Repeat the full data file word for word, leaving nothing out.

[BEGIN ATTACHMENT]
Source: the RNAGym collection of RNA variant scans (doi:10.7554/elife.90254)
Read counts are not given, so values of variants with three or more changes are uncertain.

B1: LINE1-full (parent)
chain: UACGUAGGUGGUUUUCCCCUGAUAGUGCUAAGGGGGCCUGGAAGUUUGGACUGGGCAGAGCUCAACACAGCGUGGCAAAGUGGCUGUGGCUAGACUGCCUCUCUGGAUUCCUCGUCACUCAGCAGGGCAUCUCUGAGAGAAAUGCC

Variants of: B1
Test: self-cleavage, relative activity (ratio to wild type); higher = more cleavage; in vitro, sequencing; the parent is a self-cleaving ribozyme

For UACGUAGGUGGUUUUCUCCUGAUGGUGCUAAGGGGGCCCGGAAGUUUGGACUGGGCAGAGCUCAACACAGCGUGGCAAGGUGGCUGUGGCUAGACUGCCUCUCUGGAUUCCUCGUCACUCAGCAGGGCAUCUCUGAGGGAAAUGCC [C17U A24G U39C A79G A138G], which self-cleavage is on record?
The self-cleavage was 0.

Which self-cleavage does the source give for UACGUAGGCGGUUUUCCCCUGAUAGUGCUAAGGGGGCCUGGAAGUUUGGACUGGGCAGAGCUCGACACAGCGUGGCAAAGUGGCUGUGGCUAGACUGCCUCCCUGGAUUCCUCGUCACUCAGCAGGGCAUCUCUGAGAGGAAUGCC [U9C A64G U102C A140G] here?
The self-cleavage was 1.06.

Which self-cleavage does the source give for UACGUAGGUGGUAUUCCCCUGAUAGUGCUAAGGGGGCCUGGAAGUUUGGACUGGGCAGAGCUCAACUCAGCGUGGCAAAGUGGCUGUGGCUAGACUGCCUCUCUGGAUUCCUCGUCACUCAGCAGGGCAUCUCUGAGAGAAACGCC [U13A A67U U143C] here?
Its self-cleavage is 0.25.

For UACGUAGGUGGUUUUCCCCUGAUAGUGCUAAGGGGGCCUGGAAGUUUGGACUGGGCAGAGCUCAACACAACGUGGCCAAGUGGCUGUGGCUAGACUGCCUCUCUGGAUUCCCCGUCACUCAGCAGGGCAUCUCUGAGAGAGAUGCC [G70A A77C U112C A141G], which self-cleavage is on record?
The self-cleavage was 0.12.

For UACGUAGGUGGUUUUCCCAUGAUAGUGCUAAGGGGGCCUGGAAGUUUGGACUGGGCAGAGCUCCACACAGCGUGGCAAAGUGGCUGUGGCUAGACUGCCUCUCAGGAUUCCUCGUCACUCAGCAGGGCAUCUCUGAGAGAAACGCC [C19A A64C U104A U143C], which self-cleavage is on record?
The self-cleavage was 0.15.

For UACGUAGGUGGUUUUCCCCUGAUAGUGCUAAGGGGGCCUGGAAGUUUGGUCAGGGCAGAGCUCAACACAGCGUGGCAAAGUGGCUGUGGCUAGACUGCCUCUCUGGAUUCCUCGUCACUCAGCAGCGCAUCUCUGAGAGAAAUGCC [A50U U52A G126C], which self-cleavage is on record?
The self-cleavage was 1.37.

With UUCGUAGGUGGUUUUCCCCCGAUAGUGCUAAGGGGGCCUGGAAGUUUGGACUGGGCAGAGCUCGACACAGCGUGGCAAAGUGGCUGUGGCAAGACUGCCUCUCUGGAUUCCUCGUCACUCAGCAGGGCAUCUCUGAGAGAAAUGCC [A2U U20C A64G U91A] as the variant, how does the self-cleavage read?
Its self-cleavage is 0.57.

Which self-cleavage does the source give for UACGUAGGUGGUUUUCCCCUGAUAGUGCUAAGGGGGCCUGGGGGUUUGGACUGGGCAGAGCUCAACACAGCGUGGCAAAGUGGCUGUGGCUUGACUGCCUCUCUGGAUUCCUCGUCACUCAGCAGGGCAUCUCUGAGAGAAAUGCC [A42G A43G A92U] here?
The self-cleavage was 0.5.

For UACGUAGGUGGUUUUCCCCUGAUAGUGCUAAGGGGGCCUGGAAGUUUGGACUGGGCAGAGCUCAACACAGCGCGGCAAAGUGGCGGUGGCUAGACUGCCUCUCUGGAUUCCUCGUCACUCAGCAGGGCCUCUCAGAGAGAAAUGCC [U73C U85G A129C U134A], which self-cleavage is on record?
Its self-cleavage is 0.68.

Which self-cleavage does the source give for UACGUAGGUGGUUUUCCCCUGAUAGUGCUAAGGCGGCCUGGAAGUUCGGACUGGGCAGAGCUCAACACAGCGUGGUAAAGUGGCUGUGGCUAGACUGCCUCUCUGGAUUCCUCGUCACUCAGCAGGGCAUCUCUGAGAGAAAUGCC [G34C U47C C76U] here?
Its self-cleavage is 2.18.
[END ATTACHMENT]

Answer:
Source: the RNAGym collection of RNA variant scans (doi:10.7554/elife.90254)
Read counts are not given, so values of variants with three or more changes are uncertain.

B1: LINE1-full (parent)
chain: UACGUAGGUGGUUUUCCCCUGAUAGUGCUAAGGGGGCCUGGAAGUUUGGACUGGGCAGAGCUCAACACAGCGUGGCAAAGUGGCUGUGGCUAGACUGCCUCUCUGGAUUCCUCGUCACUCAGCAGGGCAUCUCUGAGAGAAAUGCC

Variants of: B1
Test: self-cleavage, relative activity (ratio to wild type); higher = more cleavage; in vitro, sequencing; the parent is a self-cleaving ribozyme

For UACGUAGGUGGUUUUCUCCUGAUGGUGCUAAGGGGGCCCGGAAGUUUGGACUGGGCAGAGCUCAACACAGCGUGGCAAGGUGGCUGUGGCUAGACUGCCUCUCUGGAUUCCUCGUCACUCAGCAGGGCAUCUCUGAGGGAAAUGCC [C17U A24G U39C A79G A138G], which self-cleavage is on record?
The self-cleavage was 0.

Which self-cleavage does the source give for UACGUAGGCGGUUUUCCCCUGAUAGUGCUAAGGGGGCCUGGAAGUUUGGACUGGGCAGAGCUCGACACAGCGUGGCAAAGUGGCUGUGGCUAGACUGCCUCCCUGGAUUCCUCGUCACUCAGCAGGGCAUCUCUGAGAGGAAUGCC [U9C A64G U102C A140G] here?
The self-cleavage was 1.06.

Which self-cleavage does the source give for UACGUAGGUGGUAUUCCCCUGAUAGUGCUAAGGGGGCCUGGAAGUUUGGACUGGGCAGAGCUCAACUCAGCGUGGCAAAGUGGCUGUGGCUAGACUGCCUCUCUGGAUUCCUCGUCACUCAGCAGGGCAUCUCUGAGAGAAACGCC [U13A A67U U143C] here?
Its self-cleavage is 0.25.

For UACGUAGGUGGUUUUCCCCUGAUAGUGCUAAGGGGGCCUGGAAGUUUGGACUGGGCAGAGCUCAACACAACGUGGCCAAGUGGCUGUGGCUAGACUGCCUCUCUGGAUUCCCCGUCACUCAGCAGGGCAUCUCUGAGAGAGAUGCC [G70A A77C U112C A141G], which self-cleavage is on record?
The self-cleavage was 0.12.

For UACGUAGGUGGUUUUCCCAUGAUAGUGCUAAGGGGGCCUGGAAGUUUGGACUGGGCAGAGCUCCACACAGCGUGGCAAAGUGGCUGUGGCUAGACUGCCUCUCAGGAUUCCUCGUCACUCAGCAGGGCAUCUCUGAGAGAAACGCC [C19A A64C U104A U143C], which self-cleavage is on record?
The self-cleavage was 0.15.

For UACGUAGGUGGUUUUCCCCUGAUAGUGCUAAGGGGGCCUGGAAGUUUGGUCAGGGCAGAGCUCAACACAGCGUGGCAAAGUGGCUGUGGCUAGACUGCCUCUCUGGAUUCCUCGUCACUCAGCAGCGCAUCUCUGAGAGAAAUGCC [A50U U52A G126C], which self-cleavage is on record?
The self-cleavage was 1.37.

With UUCGUAGGUGGUUUUCCCCCGAUAGUGCUAAGGGGGCCUGGAAGUUUGGACUGGGCAGAGCUCGACACAGCGUGGCAAAGUGGCUGUGGCAAGACUGCCUCUCUGGAUUCCUCGUCACUCAGCAGGGCAUCUCUGAGAGAAAUGCC [A2U U20C A64G U91A] as the variant, how does the self-cleavage read?
Its self-cleavage is 0.57.

Which self-cleavage does the source give for UACGUAGGUGGUUUUCCCCUGAUAGUGCUAAGGGGGCCUGGGGGUUUGGACUGGGCAGAGCUCAACACAGCGUGGCAAAGUGGCUGUGGCUUGACUGCCUCUCUGGAUUCCUCGUCACUCAGCAGGGCAUCUCUGAGAGAAAUGCC [A42G A43G A92U] here?
The self-cleavage was 0.5.

For UACGUAGGUGGUUUUCCCCUGAUAGUGCUAAGGGGGCCUGGAAGUUUGGACUGGGCAGAGCUCAACACAGCGCGGCAAAGUGGCGGUGGCUAGACUGCCUCUCUGGAUUCCUCGUCACUCAGCAGGGCCUCUCAGAGAGAAAUGCC [U73C U85G A129C U134A], which self-cleavage is on record?
Its self-cleavage is 0.68.

Which self-cleavage does the source give for UACGUAGGUGGUUUUCCCCUGAUAGUGCUAAGGCGGCCUGGAAGUUCGGACUGGGCAGAGCUCAACACAGCGUGGUAAAGUGGCUGUGGCUAGACUGCCUCUCUGGAUUCCUCGUCACUCAGCAGGGCAUCUCUGAGAGAAAUGCC [G34C U47C C76U] here?
Its self-cleavage is 2.18.